The following are techniques for safe transfer on and off the toilet, as well as in and out of the tub and shower. Make sure the senior is in position so that the backs of both legs touch the toilet.
The senior's arms reach back to grasp the toilet, grab bar, or sturdy vanity for support. If you are assisting a senior or anyone who has difficulty with mobility and transfers, an adjustable-height shower chair or stool is recommended.
It is recommended that several “dry runs” be completed prior to the actual shower. Position the senior so that the backs of her legs are touching the tub, and she is in line with the chair inside.
One hand grabs the bar while the other holds the cane, walker, or side of the tub. Position the clamp bar to the rear side of the tub behind the seat or stool.
A walk-in shower provides a difficult challenge to caregivers in safely assisting a senior. Scoot the person to the opposite side of the bench until there is enough room to swing the legs into the shower.
Another option is to install a vertical grab bar positioned near the shower entrance and a horizontal one under the controls at a height of 36 inches. Often homes are outfitted with fiberglass or plastic prefabricated shower stalls where grab bars cannot be installed.
Once in the shower stall, the caregiver can position a seat for the senior and remove the walker. Once again, as with all transfers, make sure to explain each step of the procedure clearly in advance, and give plenty of time for response and completion.
Finally, there are a few general guidelines that apply when assisting in the completion of any transfer: Give physical assistance and verbal cues to the senior during the transfer.
The techniques listed below are recommended during early healing and are generally in place for six to eight weeks following your surgery. Grab bars and non-slip mats should be installed where possible, to make getting in/out of the shower easier and safer.
When bars cannot be installed and if space allows, you cause your walking aid (walker, crutches or cane) for more support. Stand close to and face the shower door, and move your walker behind you.
Then step into the shower stall with your operated leg, by using your walking aid and grab bars for support. Then step down with your non-operated leg, using your walking aid and or grab bars for support.
To watch a video clip on how to safely get in and out of a walk-in shower stall, please see below. Note: These instructions for getting in and out of a standard bathtub are for patients who are allowed to weight bear as tolerated (WHAT) following surgery.
If you have any concerns at all, you can sponge bath in the early days after your surgery. Grab bars and non-slip mats should be in place where possible, to maker getting in/out of the bathtub easier and safer.
If you do not have, or are unable to install, grab bars in your tub enclosure, it is strongly recommended that you get an add-on-tub rail. To watch a video clip on how to safely get in and out of a standard bathtub, please see below.
A bathtub transfer bench lets you sit while bathing for more safety and comfort. If you have any concerns at all, you can sponge bath in the early days after your surgery.
Place your hand on the back of the chair or use the add-on tub rail for support. Instead, you should use a hand held shower hose, and have someone turn on/off the water.
Place a towel around your neck to catch excess water. To watch a video clip on how to safely wash your hair at the sink, please see below.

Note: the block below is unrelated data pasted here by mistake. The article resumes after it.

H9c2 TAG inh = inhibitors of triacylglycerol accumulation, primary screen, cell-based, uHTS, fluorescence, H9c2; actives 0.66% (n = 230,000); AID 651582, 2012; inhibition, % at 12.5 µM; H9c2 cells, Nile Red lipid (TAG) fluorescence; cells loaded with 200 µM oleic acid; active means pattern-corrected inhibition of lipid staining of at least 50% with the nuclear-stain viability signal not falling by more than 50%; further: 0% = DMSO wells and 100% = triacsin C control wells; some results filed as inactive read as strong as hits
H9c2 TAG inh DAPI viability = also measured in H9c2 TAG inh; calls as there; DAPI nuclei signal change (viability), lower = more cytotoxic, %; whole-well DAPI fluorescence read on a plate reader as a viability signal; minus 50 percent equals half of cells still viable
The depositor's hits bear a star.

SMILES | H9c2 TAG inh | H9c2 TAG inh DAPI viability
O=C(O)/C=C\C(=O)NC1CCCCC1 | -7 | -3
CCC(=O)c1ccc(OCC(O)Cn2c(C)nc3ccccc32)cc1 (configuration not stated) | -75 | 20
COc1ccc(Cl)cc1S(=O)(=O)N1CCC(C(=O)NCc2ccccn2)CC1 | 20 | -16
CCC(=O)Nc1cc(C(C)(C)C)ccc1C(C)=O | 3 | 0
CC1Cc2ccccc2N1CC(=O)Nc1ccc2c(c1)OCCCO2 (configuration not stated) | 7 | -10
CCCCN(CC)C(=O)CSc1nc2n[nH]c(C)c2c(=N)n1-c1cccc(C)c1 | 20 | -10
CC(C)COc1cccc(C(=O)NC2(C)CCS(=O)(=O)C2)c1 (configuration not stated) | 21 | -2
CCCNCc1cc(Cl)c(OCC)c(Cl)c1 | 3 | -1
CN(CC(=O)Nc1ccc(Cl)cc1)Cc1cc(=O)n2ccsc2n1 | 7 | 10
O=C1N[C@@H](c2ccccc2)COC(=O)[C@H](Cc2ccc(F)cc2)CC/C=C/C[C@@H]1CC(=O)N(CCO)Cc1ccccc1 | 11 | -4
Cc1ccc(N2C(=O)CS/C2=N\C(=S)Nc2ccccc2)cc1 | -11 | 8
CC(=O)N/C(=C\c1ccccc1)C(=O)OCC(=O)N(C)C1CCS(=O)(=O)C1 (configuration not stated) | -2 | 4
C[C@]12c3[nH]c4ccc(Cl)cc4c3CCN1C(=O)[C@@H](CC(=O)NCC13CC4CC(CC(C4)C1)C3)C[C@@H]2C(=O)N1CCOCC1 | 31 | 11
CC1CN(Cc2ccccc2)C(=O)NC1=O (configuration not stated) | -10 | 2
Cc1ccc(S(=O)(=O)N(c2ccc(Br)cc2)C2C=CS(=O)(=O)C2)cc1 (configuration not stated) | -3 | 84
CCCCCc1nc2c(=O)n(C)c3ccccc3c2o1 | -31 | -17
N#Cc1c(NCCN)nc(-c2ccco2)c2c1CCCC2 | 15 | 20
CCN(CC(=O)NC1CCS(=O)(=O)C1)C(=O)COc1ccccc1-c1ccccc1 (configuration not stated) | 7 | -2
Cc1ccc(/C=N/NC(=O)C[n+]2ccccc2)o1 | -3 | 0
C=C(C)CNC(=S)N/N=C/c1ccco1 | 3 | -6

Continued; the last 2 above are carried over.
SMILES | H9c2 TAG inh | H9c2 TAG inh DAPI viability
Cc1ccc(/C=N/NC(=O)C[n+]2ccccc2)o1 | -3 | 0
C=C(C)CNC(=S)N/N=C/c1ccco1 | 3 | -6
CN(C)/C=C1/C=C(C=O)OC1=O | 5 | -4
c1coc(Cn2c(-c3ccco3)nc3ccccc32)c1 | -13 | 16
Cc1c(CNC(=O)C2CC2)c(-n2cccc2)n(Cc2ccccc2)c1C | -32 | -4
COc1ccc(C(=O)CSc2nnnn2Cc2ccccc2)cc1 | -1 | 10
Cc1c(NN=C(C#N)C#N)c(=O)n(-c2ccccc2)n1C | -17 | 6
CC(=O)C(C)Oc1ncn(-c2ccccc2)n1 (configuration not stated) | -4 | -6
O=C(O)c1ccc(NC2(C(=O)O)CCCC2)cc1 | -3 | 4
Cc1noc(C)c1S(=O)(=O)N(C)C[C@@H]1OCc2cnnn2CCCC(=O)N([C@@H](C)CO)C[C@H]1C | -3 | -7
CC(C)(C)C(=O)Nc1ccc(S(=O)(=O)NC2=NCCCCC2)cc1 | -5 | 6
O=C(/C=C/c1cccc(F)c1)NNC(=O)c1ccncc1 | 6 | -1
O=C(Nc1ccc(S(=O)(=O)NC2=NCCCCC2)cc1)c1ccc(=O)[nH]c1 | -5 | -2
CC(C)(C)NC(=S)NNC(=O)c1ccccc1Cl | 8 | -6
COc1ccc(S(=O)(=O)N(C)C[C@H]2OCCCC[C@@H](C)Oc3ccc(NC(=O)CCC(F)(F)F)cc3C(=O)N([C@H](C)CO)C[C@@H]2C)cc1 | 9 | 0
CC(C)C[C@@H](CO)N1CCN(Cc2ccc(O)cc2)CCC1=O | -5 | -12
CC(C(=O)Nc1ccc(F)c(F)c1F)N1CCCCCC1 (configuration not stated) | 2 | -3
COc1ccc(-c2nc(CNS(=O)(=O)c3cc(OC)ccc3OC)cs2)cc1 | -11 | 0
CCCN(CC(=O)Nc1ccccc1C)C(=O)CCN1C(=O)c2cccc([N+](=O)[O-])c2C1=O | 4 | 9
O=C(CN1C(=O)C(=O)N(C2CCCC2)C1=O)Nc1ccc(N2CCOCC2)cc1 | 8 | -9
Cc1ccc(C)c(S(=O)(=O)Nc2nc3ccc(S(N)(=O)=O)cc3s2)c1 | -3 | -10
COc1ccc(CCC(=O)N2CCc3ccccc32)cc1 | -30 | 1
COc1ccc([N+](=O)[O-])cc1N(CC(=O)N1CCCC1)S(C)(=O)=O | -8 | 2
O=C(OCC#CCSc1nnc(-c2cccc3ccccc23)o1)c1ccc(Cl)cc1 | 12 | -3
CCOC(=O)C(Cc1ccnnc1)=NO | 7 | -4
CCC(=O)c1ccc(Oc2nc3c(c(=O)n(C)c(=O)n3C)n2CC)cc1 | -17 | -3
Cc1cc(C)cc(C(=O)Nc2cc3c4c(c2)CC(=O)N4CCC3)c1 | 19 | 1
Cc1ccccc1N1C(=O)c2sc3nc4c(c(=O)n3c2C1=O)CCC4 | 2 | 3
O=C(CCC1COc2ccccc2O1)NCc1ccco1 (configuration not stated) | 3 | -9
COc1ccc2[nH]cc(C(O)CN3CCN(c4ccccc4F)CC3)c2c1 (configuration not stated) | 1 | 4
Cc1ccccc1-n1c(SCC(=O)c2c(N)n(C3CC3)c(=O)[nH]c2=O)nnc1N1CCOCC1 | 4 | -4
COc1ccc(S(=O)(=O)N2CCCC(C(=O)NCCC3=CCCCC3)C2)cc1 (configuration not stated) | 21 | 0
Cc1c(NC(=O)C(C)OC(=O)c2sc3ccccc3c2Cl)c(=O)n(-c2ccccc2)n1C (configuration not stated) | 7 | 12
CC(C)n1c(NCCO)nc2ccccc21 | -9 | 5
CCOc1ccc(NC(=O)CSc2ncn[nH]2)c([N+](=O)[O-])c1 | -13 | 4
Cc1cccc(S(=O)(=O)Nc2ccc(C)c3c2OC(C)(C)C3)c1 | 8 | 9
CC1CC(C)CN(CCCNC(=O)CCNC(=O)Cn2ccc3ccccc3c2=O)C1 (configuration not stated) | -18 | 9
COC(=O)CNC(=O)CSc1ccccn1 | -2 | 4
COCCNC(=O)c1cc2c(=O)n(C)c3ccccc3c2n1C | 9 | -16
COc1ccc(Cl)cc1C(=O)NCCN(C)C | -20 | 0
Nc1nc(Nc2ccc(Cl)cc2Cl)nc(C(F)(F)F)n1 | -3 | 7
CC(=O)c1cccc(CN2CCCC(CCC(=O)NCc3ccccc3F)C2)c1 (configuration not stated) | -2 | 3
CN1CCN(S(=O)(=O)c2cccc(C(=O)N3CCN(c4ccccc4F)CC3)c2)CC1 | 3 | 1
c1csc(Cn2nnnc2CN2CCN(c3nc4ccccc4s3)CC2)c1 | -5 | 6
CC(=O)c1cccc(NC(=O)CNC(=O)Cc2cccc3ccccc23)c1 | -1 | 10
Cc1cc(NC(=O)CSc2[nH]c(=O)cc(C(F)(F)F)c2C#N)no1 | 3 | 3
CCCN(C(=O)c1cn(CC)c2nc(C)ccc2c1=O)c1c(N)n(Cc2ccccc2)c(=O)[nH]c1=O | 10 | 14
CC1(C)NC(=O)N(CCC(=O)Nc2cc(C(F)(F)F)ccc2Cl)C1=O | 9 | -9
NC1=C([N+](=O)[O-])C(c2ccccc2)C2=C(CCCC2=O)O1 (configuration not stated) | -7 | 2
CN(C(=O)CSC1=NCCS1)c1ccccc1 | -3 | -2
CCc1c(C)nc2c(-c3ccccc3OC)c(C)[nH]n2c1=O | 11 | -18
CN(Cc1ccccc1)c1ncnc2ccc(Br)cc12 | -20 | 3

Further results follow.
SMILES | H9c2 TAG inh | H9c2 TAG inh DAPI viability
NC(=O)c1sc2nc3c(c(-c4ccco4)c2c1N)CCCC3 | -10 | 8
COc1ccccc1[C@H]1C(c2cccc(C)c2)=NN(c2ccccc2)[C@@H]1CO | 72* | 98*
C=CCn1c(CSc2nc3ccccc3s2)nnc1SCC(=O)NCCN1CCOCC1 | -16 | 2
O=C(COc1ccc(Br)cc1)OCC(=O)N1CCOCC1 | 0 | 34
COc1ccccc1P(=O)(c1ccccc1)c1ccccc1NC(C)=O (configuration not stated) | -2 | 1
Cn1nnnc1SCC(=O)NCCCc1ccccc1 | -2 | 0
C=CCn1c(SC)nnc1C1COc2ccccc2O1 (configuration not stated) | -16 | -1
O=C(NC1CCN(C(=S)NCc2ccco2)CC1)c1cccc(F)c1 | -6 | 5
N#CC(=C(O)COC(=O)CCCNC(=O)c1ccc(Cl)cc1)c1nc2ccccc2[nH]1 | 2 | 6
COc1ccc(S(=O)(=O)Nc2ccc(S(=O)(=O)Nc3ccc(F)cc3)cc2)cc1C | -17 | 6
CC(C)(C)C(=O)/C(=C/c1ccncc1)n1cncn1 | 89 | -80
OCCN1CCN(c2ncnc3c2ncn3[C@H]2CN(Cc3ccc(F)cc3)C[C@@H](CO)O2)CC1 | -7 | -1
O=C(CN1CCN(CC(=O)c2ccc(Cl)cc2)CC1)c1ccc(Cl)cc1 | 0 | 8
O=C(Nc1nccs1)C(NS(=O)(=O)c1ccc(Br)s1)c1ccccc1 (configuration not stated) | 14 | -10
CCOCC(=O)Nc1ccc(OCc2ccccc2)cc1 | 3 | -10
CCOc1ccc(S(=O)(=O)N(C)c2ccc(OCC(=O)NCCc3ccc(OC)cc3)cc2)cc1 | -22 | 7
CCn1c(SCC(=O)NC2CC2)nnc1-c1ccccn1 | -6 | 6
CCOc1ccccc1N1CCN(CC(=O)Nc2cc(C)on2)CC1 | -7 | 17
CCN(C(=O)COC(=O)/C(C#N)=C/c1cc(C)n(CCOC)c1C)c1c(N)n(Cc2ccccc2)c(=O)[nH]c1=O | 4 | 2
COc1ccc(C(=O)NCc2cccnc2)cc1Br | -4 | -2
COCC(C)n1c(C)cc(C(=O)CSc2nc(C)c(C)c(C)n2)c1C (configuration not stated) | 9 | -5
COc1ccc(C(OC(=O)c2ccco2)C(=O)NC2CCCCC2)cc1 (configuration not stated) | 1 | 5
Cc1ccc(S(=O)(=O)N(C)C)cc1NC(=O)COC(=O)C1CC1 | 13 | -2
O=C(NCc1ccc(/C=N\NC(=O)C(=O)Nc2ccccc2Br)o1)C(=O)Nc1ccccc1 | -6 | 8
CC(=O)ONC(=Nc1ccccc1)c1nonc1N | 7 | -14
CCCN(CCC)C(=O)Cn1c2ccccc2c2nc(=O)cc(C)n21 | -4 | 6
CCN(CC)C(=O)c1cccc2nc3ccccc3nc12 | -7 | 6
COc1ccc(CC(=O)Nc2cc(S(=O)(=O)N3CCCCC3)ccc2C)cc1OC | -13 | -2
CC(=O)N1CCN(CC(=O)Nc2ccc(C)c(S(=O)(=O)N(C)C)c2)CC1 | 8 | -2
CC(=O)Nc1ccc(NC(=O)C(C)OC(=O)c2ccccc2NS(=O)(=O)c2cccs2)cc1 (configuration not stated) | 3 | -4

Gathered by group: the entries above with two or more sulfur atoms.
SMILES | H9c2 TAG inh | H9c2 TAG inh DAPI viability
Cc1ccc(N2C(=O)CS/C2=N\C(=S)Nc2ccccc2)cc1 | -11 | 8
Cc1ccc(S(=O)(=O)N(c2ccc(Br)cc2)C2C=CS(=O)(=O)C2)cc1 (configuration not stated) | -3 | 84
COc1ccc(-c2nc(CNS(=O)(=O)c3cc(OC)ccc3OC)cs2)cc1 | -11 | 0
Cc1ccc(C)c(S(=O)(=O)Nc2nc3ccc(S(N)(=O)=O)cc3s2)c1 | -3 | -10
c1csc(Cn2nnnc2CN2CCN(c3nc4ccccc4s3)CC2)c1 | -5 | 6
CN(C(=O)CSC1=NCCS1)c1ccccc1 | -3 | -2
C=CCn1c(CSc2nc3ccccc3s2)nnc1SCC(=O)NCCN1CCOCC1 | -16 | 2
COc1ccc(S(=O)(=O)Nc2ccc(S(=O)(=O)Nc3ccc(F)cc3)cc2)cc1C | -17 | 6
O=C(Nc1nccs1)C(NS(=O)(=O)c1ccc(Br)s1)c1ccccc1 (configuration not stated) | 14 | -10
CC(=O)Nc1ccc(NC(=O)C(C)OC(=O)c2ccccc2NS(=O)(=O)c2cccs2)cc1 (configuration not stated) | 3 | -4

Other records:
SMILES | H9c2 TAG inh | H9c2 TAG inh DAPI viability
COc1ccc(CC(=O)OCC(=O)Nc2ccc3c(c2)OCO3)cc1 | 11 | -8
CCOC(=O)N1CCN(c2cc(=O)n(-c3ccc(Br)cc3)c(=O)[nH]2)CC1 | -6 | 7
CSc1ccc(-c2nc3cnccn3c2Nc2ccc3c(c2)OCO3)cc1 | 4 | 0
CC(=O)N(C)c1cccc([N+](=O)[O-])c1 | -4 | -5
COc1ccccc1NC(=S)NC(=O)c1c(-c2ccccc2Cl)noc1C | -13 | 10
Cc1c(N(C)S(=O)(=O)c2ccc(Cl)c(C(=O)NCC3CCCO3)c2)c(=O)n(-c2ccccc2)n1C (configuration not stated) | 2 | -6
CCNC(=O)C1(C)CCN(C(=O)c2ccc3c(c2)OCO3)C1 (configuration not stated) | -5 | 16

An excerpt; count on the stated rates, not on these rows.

I don't want to write a criticism longer than the idea, especially when I'm grateful for the brevity & clarity of your exposition. I maintain this idea is only suitable for very spacious showers / tubs, and that it would be unworkable, or even counterproductive, for standard walkers in standard bathrooms.
Borrow a walker, and experiment a little (I have).// semi collapsible //i.e. Perfectly strong, rigid and waterproof, right up to the point the user leans their weight onto it.
The ones I've seen are just bent-and-bolted aluminum tubing, with a couple of plastic grips and some rubber feet. Maybe they would rust in time, . If they were made in a rubbery style for showering, maybe then they would squish in.//If they were made in a rubbery style for showering, maybe then they would squish in.//Obviously, folks, if the thing described here is necessarily too big to be used as described, then that's what makes this Idea half-baked. A watertight walker sounds like a reasonable idea regardless, if they aren't already, but taking one into a space where there's a slick wet soapy floor and expecting it to work... that doesn't sound too bright.
H an l f b a k e r add, search, annotate, link, view, overview, recent, by name, random Many older adults use a folding walker to help them move around more safely and independently.
Your older adult may need many gentle reminders, but their safety and ability to get around independently is worth the extra effort. First, it’s essential that the walker correctly fits your older adult’s height.
If a physical therapist or healthcare professional is available to adjust the walker to fit your older adult, that’s the best option because they’re experts. With shoulders relaxed and hands on the grips, their elbows bend slightly at a comfortable angle (about 15 degrees).
With arms hanging relaxed at their sides, the top of the walker lines up with the crease on the inside of their wrist. Next, it’s critical to learn the correct movements so that using a walker will increase your older adult’s mobility and safety.
Take the weight off your hands and gently push the walker forward. Safety tip: Don’t push forward because that can cause the walker to slide unexpectedly.
Another important skill is to learn to sit and stand correctly when using a walker so there won’t be unexpected slips and falls. It’s critical that your older adult does NOT use the walker to help them sit or stand.